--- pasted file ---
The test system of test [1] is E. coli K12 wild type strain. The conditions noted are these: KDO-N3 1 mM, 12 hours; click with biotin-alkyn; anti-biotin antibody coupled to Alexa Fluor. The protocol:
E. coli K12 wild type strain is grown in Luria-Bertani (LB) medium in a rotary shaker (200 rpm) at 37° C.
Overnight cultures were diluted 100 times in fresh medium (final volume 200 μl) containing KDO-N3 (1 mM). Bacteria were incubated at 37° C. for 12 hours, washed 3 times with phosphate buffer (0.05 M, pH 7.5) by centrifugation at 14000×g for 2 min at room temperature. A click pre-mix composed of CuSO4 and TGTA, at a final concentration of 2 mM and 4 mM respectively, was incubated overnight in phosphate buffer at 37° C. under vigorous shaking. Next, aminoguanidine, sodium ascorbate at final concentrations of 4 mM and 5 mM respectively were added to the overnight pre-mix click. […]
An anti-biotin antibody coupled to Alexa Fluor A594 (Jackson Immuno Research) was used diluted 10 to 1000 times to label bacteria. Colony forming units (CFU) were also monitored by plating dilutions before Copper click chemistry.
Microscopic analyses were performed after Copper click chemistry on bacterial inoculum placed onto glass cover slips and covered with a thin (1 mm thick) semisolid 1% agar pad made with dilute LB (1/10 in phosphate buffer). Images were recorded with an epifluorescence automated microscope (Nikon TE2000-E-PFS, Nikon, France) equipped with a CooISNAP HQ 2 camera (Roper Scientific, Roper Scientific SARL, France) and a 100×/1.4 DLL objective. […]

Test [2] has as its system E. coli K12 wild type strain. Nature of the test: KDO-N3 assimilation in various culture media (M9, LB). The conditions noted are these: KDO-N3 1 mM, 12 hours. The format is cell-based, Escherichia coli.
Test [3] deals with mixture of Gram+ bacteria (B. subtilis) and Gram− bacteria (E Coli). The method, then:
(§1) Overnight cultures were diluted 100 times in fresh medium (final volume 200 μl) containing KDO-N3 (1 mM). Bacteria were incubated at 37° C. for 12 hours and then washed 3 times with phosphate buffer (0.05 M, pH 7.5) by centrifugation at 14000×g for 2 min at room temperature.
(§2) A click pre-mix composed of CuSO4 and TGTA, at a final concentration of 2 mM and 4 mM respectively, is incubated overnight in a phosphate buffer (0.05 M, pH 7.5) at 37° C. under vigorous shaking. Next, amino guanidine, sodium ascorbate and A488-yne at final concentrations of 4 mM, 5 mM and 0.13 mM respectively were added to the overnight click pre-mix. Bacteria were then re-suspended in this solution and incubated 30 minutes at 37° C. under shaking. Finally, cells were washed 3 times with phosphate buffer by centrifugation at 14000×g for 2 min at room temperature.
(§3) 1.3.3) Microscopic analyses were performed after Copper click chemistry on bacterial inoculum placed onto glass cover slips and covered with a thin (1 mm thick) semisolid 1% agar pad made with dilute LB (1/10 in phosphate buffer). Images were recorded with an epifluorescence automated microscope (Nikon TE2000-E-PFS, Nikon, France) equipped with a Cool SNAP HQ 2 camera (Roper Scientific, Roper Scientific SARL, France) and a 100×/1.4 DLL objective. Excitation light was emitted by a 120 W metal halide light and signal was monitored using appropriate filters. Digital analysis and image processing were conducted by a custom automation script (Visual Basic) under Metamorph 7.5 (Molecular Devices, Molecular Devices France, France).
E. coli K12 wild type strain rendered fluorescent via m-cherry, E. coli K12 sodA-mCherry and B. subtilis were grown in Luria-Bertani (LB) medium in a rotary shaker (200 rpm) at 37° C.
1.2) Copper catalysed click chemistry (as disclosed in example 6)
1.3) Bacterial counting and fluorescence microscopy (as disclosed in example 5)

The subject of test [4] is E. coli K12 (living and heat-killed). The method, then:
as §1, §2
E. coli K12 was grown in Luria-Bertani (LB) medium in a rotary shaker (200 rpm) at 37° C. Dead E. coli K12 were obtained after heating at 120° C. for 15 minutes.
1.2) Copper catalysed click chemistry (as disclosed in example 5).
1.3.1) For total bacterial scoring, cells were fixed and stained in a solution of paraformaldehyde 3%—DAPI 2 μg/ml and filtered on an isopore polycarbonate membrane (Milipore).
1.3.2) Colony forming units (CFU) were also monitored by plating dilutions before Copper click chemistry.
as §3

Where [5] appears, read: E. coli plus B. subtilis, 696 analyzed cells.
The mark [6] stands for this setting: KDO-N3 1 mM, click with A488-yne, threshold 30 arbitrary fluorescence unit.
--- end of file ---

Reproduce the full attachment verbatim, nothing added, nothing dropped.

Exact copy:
The test system of test [1] is E. coli K12 wild type strain. The conditions noted are these: KDO-N3 1 mM, 12 hours; click with biotin-alkyn; anti-biotin antibody coupled to Alexa Fluor. The protocol:
E. coli K12 wild type strain is grown in Luria-Bertani (LB) medium in a rotary shaker (200 rpm) at 37° C.
Overnight cultures were diluted 100 times in fresh medium (final volume 200 μl) containing KDO-N3 (1 mM). Bacteria were incubated at 37° C. for 12 hours, washed 3 times with phosphate buffer (0.05 M, pH 7.5) by centrifugation at 14000×g for 2 min at room temperature. A click pre-mix composed of CuSO4 and TGTA, at a final concentration of 2 mM and 4 mM respectively, was incubated overnight in phosphate buffer at 37° C. under vigorous shaking. Next, aminoguanidine, sodium ascorbate at final concentrations of 4 mM and 5 mM respectively were added to the overnight pre-mix click. […]
An anti-biotin antibody coupled to Alexa Fluor A594 (Jackson Immuno Research) was used diluted 10 to 1000 times to label bacteria. Colony forming units (CFU) were also monitored by plating dilutions before Copper click chemistry.
Microscopic analyses were performed after Copper click chemistry on bacterial inoculum placed onto glass cover slips and covered with a thin (1 mm thick) semisolid 1% agar pad made with dilute LB (1/10 in phosphate buffer). Images were recorded with an epifluorescence automated microscope (Nikon TE2000-E-PFS, Nikon, France) equipped with a CooISNAP HQ 2 camera (Roper Scientific, Roper Scientific SARL, France) and a 100×/1.4 DLL objective. […]

Test [2] has as its system E. coli K12 wild type strain. Nature of the test: KDO-N3 assimilation in various culture media (M9, LB). The conditions noted are these: KDO-N3 1 mM, 12 hours. The format is cell-based, Escherichia coli.
Test [3] deals with mixture of Gram+ bacteria (B. subtilis) and Gram− bacteria (E Coli). The method, then:
(§1) Overnight cultures were diluted 100 times in fresh medium (final volume 200 μl) containing KDO-N3 (1 mM). Bacteria were incubated at 37° C. for 12 hours and then washed 3 times with phosphate buffer (0.05 M, pH 7.5) by centrifugation at 14000×g for 2 min at room temperature.
(§2) A click pre-mix composed of CuSO4 and TGTA, at a final concentration of 2 mM and 4 mM respectively, is incubated overnight in a phosphate buffer (0.05 M, pH 7.5) at 37° C. under vigorous shaking. Next, amino guanidine, sodium ascorbate and A488-yne at final concentrations of 4 mM, 5 mM and 0.13 mM respectively were added to the overnight click pre-mix. Bacteria were then re-suspended in this solution and incubated 30 minutes at 37° C. under shaking. Finally, cells were washed 3 times with phosphate buffer by centrifugation at 14000×g for 2 min at room temperature.
(§3) 1.3.3) Microscopic analyses were performed after Copper click chemistry on bacterial inoculum placed onto glass cover slips and covered with a thin (1 mm thick) semisolid 1% agar pad made with dilute LB (1/10 in phosphate buffer). Images were recorded with an epifluorescence automated microscope (Nikon TE2000-E-PFS, Nikon, France) equipped with a Cool SNAP HQ 2 camera (Roper Scientific, Roper Scientific SARL, France) and a 100×/1.4 DLL objective. Excitation light was emitted by a 120 W metal halide light and signal was monitored using appropriate filters. Digital analysis and image processing were conducted by a custom automation script (Visual Basic) under Metamorph 7.5 (Molecular Devices, Molecular Devices France, France).
E. coli K12 wild type strain rendered fluorescent via m-cherry, E. coli K12 sodA-mCherry and B. subtilis were grown in Luria-Bertani (LB) medium in a rotary shaker (200 rpm) at 37° C.
1.2) Copper catalysed click chemistry (as disclosed in example 6)
1.3) Bacterial counting and fluorescence microscopy (as disclosed in example 5)

The subject of test [4] is E. coli K12 (living and heat-killed). The method, then:
as §1, §2
E. coli K12 was grown in Luria-Bertani (LB) medium in a rotary shaker (200 rpm) at 37° C. Dead E. coli K12 were obtained after heating at 120° C. for 15 minutes.
1.2) Copper catalysed click chemistry (as disclosed in example 5).
1.3.1) For total bacterial scoring, cells were fixed and stained in a solution of paraformaldehyde 3%—DAPI 2 μg/ml and filtered on an isopore polycarbonate membrane (Milipore).
1.3.2) Colony forming units (CFU) were also monitored by plating dilutions before Copper click chemistry.
as §3

Where [5] appears, read: E. coli plus B. subtilis, 696 analyzed cells.
The mark [6] stands for this setting: KDO-N3 1 mM, click with A488-yne, threshold 30 arbitrary fluorescence unit.